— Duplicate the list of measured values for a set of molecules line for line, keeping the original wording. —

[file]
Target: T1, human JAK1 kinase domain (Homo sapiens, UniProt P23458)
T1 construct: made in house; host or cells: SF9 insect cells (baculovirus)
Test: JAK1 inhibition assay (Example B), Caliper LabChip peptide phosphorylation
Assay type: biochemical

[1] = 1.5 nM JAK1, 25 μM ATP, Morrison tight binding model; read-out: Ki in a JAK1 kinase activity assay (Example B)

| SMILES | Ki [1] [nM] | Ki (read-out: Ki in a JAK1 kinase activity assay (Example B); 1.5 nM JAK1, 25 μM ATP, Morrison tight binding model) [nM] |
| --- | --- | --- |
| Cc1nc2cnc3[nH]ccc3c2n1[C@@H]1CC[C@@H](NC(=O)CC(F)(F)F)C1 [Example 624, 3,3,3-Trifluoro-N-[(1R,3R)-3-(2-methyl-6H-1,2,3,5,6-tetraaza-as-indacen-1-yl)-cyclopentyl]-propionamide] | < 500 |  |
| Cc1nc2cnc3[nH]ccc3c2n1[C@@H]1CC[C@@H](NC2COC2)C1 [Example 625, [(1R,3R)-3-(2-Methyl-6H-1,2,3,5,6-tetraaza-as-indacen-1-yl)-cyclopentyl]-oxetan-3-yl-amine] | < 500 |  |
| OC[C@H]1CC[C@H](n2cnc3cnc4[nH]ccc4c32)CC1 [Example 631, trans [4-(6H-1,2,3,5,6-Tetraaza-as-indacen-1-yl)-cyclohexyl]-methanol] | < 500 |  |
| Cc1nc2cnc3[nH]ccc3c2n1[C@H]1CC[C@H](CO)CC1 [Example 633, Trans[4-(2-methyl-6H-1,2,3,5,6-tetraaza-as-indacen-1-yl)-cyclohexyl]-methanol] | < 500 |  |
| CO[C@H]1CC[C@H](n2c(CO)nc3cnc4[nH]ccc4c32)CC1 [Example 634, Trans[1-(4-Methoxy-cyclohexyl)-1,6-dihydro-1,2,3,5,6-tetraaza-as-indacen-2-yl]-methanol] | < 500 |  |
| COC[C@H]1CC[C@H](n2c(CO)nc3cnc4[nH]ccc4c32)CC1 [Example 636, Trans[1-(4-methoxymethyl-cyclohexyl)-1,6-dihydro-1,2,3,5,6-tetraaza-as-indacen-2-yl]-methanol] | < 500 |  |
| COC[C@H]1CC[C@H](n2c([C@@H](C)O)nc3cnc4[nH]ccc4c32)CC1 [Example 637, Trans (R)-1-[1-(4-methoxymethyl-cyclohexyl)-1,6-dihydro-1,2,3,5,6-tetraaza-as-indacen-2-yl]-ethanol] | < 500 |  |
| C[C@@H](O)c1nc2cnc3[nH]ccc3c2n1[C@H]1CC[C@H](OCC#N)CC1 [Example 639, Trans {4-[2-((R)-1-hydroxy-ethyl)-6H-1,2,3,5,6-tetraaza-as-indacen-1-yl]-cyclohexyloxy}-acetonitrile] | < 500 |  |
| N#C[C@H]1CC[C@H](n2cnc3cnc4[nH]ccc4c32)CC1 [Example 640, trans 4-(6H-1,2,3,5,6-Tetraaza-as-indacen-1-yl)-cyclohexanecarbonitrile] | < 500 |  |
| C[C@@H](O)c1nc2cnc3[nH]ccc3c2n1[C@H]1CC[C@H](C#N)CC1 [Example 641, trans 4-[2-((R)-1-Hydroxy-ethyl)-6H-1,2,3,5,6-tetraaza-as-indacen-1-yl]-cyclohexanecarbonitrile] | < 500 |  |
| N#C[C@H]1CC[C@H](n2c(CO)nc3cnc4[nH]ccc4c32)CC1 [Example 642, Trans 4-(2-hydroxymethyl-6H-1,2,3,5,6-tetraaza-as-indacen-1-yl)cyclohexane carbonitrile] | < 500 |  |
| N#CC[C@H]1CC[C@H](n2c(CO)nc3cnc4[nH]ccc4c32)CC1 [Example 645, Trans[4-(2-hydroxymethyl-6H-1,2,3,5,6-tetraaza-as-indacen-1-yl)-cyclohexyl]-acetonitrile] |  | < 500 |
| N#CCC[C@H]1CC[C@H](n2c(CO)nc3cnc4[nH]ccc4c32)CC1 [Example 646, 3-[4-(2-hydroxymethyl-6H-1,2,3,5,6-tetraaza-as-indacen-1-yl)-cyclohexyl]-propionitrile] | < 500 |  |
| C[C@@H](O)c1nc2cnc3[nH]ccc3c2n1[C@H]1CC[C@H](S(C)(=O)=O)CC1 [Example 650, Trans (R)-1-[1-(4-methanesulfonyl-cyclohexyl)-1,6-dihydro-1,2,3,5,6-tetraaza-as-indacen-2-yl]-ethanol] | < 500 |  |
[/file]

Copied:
Target: T1, human JAK1 kinase domain (Homo sapiens, UniProt P23458)
T1 construct: made in house; host or cells: SF9 insect cells (baculovirus)
Test: JAK1 inhibition assay (Example B), Caliper LabChip peptide phosphorylation
Assay type: biochemical

[1] = 1.5 nM JAK1, 25 μM ATP, Morrison tight binding model; read-out: Ki in a JAK1 kinase activity assay (Example B)

| SMILES | Ki [1] [nM] | Ki (read-out: Ki in a JAK1 kinase activity assay (Example B); 1.5 nM JAK1, 25 μM ATP, Morrison tight binding model) [nM] |
| --- | --- | --- |
| Cc1nc2cnc3[nH]ccc3c2n1[C@@H]1CC[C@@H](NC(=O)CC(F)(F)F)C1 [Example 624, 3,3,3-Trifluoro-N-[(1R,3R)-3-(2-methyl-6H-1,2,3,5,6-tetraaza-as-indacen-1-yl)-cyclopentyl]-propionamide] | < 500 |  |
| Cc1nc2cnc3[nH]ccc3c2n1[C@@H]1CC[C@@H](NC2COC2)C1 [Example 625, [(1R,3R)-3-(2-Methyl-6H-1,2,3,5,6-tetraaza-as-indacen-1-yl)-cyclopentyl]-oxetan-3-yl-amine] | < 500 |  |
| OC[C@H]1CC[C@H](n2cnc3cnc4[nH]ccc4c32)CC1 [Example 631, trans [4-(6H-1,2,3,5,6-Tetraaza-as-indacen-1-yl)-cyclohexyl]-methanol] | < 500 |  |
| Cc1nc2cnc3[nH]ccc3c2n1[C@H]1CC[C@H](CO)CC1 [Example 633, Trans[4-(2-methyl-6H-1,2,3,5,6-tetraaza-as-indacen-1-yl)-cyclohexyl]-methanol] | < 500 |  |
| CO[C@H]1CC[C@H](n2c(CO)nc3cnc4[nH]ccc4c32)CC1 [Example 634, Trans[1-(4-Methoxy-cyclohexyl)-1,6-dihydro-1,2,3,5,6-tetraaza-as-indacen-2-yl]-methanol] | < 500 |  |
| COC[C@H]1CC[C@H](n2c(CO)nc3cnc4[nH]ccc4c32)CC1 [Example 636, Trans[1-(4-methoxymethyl-cyclohexyl)-1,6-dihydro-1,2,3,5,6-tetraaza-as-indacen-2-yl]-methanol] | < 500 |  |
| COC[C@H]1CC[C@H](n2c([C@@H](C)O)nc3cnc4[nH]ccc4c32)CC1 [Example 637, Trans (R)-1-[1-(4-methoxymethyl-cyclohexyl)-1,6-dihydro-1,2,3,5,6-tetraaza-as-indacen-2-yl]-ethanol] | < 500 |  |
| C[C@@H](O)c1nc2cnc3[nH]ccc3c2n1[C@H]1CC[C@H](OCC#N)CC1 [Example 639, Trans {4-[2-((R)-1-hydroxy-ethyl)-6H-1,2,3,5,6-tetraaza-as-indacen-1-yl]-cyclohexyloxy}-acetonitrile] | < 500 |  |
| N#C[C@H]1CC[C@H](n2cnc3cnc4[nH]ccc4c32)CC1 [Example 640, trans 4-(6H-1,2,3,5,6-Tetraaza-as-indacen-1-yl)-cyclohexanecarbonitrile] | < 500 |  |
| C[C@@H](O)c1nc2cnc3[nH]ccc3c2n1[C@H]1CC[C@H](C#N)CC1 [Example 641, trans 4-[2-((R)-1-Hydroxy-ethyl)-6H-1,2,3,5,6-tetraaza-as-indacen-1-yl]-cyclohexanecarbonitrile] | < 500 |  |
| N#C[C@H]1CC[C@H](n2c(CO)nc3cnc4[nH]ccc4c32)CC1 [Example 642, Trans 4-(2-hydroxymethyl-6H-1,2,3,5,6-tetraaza-as-indacen-1-yl)cyclohexane carbonitrile] | < 500 |  |
| N#CC[C@H]1CC[C@H](n2c(CO)nc3cnc4[nH]ccc4c32)CC1 [Example 645, Trans[4-(2-hydroxymethyl-6H-1,2,3,5,6-tetraaza-as-indacen-1-yl)-cyclohexyl]-acetonitrile] |  | < 500 |
| N#CCC[C@H]1CC[C@H](n2c(CO)nc3cnc4[nH]ccc4c32)CC1 [Example 646, 3-[4-(2-hydroxymethyl-6H-1,2,3,5,6-tetraaza-as-indacen-1-yl)-cyclohexyl]-propionitrile] | < 500 |  |
| C[C@@H](O)c1nc2cnc3[nH]ccc3c2n1[C@H]1CC[C@H](S(C)(=O)=O)CC1 [Example 650, Trans (R)-1-[1-(4-methanesulfonyl-cyclohexyl)-1,6-dihydro-1,2,3,5,6-tetraaza-as-indacen-2-yl]-ethanol] | < 500 |  |